During the first phase of early settlement, between 1627 and 1680, when virtually all of the island’s forests were felled, a number of bird species disappeared from Barbados.
By 1950, resident birds had reached a low count of nineteen species.
Sixty two years later, there has been a complete reversal to this pattern. There are now over fifty species of birds that reside and breed here. Satellite imagery compared over a series of years, coupled with map analysis, demonstrates that Barbados is now more wooded than at any other time since 1680. Golf courses and other tourism developments have also created new water features - large ponds and lakes which provide habitat for water fowl.
Barbados being just to the west of a major flyway of North American birds, brings many migrants to our island. Barbados is also close enough to South America to attract some bird species from that continent, and the Atlantic has proven to be no barrier to various European and African species which, aided by the trade winds, can be found here on a regular basis. Some 220 migrant species have been recorded for Barbados, of which number, about 160 occur on a regular basis with the other 60 species being vagrants.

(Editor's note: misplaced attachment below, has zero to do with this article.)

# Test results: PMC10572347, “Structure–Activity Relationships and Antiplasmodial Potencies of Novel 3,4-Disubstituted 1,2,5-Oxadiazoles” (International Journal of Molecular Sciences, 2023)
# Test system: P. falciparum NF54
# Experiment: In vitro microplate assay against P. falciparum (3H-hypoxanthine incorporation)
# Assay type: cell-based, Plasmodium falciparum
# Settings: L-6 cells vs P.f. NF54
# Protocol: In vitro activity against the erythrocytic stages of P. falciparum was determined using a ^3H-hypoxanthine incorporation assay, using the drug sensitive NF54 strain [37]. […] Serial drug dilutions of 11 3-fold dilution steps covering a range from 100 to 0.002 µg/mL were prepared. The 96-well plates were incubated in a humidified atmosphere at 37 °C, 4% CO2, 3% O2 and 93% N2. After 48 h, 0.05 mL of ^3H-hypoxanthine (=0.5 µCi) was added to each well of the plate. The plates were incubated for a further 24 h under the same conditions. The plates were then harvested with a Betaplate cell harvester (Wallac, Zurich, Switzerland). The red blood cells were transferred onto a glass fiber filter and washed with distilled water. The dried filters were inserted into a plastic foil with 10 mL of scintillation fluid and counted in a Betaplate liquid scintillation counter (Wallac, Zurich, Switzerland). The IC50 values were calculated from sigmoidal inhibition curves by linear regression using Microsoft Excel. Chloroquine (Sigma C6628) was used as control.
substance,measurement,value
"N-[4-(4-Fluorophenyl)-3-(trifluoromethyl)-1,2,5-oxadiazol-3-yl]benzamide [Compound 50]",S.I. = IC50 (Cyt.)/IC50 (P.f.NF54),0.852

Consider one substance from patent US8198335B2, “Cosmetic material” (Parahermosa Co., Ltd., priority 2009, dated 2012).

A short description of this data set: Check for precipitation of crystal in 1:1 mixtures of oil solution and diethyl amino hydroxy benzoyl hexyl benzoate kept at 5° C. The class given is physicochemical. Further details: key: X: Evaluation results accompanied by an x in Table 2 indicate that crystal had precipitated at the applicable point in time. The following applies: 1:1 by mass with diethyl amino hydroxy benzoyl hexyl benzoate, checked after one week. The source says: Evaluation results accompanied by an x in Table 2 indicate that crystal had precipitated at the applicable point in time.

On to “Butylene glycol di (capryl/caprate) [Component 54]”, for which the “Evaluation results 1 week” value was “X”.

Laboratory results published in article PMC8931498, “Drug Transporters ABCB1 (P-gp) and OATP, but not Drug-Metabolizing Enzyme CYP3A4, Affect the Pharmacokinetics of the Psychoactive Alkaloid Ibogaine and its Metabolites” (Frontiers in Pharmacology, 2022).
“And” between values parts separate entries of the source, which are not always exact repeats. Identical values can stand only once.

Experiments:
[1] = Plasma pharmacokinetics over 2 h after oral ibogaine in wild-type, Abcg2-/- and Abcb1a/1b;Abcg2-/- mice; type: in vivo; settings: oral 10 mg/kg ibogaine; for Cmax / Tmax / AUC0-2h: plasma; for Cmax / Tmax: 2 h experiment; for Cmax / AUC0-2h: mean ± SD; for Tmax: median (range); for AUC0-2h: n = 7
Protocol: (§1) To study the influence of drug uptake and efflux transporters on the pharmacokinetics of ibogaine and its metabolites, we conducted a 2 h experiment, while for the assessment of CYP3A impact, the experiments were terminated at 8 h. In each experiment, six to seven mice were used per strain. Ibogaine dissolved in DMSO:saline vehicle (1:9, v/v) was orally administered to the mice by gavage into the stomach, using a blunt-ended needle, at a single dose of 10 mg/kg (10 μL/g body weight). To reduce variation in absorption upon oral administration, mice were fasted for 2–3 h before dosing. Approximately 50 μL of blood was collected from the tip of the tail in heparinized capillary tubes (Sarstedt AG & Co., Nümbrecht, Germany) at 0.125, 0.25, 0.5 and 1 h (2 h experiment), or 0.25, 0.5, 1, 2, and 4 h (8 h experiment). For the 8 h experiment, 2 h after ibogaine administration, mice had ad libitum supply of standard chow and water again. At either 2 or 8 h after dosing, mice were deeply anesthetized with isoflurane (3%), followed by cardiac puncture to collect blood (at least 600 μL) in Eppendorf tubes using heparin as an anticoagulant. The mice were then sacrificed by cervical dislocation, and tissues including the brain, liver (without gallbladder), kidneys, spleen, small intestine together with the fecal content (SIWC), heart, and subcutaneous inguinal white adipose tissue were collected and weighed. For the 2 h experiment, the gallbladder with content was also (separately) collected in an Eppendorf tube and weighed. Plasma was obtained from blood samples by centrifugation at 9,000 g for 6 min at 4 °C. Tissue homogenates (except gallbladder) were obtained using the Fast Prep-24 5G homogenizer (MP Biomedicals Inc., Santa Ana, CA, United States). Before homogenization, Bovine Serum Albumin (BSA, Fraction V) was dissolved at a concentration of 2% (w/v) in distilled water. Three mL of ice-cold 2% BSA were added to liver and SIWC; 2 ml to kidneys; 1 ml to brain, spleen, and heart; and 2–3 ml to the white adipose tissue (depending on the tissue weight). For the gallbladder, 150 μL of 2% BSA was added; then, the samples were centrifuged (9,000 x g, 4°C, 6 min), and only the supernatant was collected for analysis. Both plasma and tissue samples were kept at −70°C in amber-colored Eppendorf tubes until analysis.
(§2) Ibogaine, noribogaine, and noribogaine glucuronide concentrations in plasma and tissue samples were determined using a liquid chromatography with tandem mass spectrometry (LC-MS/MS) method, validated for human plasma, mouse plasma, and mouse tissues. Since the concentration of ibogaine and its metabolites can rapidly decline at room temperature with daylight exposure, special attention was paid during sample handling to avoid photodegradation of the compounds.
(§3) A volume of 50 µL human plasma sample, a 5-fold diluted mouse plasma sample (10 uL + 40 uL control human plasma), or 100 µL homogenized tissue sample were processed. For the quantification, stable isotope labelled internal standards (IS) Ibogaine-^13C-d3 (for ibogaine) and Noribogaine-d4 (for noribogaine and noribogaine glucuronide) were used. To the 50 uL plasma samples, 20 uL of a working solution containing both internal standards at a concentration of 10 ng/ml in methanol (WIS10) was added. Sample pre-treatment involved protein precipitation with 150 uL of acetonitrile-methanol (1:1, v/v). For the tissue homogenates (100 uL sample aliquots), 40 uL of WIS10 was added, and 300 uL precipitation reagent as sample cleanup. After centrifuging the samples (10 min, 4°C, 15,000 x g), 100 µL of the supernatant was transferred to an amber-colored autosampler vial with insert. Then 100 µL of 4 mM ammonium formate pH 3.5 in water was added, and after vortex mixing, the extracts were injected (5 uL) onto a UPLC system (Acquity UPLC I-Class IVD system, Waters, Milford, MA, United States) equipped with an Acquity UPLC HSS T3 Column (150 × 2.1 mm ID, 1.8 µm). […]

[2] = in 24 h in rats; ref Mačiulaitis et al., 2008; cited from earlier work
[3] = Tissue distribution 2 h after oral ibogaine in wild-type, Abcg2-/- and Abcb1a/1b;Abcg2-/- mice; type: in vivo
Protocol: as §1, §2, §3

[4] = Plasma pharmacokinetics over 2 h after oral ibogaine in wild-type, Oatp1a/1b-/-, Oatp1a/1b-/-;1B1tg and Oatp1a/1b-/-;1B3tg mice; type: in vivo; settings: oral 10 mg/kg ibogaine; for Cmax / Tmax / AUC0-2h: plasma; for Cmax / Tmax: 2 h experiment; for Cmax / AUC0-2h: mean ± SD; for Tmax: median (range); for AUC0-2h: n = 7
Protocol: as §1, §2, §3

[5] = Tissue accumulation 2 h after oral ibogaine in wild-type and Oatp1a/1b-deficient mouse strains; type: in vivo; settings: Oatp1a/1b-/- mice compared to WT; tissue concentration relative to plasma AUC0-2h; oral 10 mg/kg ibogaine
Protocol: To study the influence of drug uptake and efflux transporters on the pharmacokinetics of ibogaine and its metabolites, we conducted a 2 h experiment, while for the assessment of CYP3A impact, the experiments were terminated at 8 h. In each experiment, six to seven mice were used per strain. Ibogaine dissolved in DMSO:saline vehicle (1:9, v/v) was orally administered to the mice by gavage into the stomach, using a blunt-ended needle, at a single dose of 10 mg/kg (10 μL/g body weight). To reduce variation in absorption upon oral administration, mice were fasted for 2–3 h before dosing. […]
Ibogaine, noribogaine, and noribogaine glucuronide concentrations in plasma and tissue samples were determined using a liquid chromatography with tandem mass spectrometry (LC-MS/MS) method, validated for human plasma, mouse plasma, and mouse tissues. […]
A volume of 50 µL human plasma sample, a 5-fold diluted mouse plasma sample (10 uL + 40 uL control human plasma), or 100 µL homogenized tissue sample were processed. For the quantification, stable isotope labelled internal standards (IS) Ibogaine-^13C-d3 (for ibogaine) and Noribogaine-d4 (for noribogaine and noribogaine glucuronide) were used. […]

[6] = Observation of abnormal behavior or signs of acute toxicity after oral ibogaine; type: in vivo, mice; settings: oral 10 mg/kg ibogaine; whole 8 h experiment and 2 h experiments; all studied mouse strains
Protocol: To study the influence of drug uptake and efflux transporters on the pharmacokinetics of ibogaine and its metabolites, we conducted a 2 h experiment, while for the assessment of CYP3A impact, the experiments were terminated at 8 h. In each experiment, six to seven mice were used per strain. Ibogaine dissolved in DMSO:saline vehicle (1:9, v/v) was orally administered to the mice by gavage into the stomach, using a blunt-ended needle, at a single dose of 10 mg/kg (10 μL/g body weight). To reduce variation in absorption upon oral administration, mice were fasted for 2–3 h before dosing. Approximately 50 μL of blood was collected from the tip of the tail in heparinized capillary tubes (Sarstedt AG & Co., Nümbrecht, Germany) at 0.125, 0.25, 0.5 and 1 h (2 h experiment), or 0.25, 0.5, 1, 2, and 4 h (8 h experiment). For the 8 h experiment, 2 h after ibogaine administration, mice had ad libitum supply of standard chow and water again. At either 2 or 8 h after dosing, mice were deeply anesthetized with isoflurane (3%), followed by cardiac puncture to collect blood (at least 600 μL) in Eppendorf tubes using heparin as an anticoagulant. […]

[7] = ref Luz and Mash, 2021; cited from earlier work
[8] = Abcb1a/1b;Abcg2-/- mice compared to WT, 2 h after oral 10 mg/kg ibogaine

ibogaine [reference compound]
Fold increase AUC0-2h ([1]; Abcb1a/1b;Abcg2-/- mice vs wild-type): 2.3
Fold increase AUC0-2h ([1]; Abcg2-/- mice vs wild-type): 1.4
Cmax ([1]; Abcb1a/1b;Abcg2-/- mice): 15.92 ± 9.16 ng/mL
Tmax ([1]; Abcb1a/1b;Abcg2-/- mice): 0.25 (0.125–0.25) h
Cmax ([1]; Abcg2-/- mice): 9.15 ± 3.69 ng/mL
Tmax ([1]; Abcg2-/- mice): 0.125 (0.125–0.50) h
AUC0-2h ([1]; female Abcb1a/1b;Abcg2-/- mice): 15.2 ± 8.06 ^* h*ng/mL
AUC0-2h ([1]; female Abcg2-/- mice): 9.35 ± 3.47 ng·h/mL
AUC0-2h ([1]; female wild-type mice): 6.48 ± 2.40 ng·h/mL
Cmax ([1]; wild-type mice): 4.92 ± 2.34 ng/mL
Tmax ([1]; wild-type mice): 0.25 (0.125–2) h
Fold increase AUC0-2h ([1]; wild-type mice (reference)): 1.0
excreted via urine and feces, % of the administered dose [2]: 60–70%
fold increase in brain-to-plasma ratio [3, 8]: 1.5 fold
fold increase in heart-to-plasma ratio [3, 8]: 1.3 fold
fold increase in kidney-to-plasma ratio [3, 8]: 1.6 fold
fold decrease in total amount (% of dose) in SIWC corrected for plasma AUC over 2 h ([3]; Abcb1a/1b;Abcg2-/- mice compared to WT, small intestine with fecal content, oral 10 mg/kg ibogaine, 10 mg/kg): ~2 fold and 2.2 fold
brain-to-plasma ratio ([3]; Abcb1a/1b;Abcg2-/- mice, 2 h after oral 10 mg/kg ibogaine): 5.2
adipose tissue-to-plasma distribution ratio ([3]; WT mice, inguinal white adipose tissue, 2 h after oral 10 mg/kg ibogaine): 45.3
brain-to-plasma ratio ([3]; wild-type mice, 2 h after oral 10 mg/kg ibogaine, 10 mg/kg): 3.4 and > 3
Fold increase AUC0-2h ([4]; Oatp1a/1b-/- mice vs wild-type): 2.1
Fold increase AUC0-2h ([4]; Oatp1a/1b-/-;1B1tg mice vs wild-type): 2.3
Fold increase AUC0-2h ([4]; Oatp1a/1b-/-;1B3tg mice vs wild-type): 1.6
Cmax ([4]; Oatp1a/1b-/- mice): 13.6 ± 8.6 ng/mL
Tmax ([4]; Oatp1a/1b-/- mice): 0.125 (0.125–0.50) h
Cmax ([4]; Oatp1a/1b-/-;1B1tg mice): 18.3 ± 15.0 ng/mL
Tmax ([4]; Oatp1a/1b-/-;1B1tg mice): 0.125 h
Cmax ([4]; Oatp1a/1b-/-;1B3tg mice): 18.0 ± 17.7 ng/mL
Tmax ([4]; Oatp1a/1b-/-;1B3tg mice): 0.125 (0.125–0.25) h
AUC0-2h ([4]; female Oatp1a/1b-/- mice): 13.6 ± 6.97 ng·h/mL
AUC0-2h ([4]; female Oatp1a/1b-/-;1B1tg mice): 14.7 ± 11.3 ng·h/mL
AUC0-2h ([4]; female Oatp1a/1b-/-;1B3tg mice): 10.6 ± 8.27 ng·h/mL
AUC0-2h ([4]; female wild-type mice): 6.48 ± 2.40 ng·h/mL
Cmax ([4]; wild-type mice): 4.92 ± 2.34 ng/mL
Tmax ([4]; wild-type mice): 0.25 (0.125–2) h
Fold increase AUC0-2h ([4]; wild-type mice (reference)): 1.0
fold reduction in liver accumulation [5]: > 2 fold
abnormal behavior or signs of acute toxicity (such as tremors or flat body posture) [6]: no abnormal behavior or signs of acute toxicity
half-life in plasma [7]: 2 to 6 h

Birding Barbados is an eco-tour company which specialises in showcasing Barbados’ uniquely rich birdwatching opportunities. Barbados is one of the best places in the world for observing migratory shorebirds, as they make their annual journeys from as far as the Tundra in the North, to Patagonia in the south, a return journey of 20,000 miles! Most other habitats are spread over thousands of square kilometres but in Barbados, shorebirds are easily accessible. The concept is to plow part of the revenues earned through tourism back into creating and maintaining wetland habitats, such as Golden Grove in St. Philip. Coupled with farming and sustainable water management, this mixed-use project is novel to Barbados and is a must see. Island tours to other hot spots are also encouraged. Visitors can ‘mix it up’ with beach, rum shop tours etc., as itineraries are flexible.
Contact Damian Edghill at birdingbarbados.com
WhatsApp or Call (246) 256-0604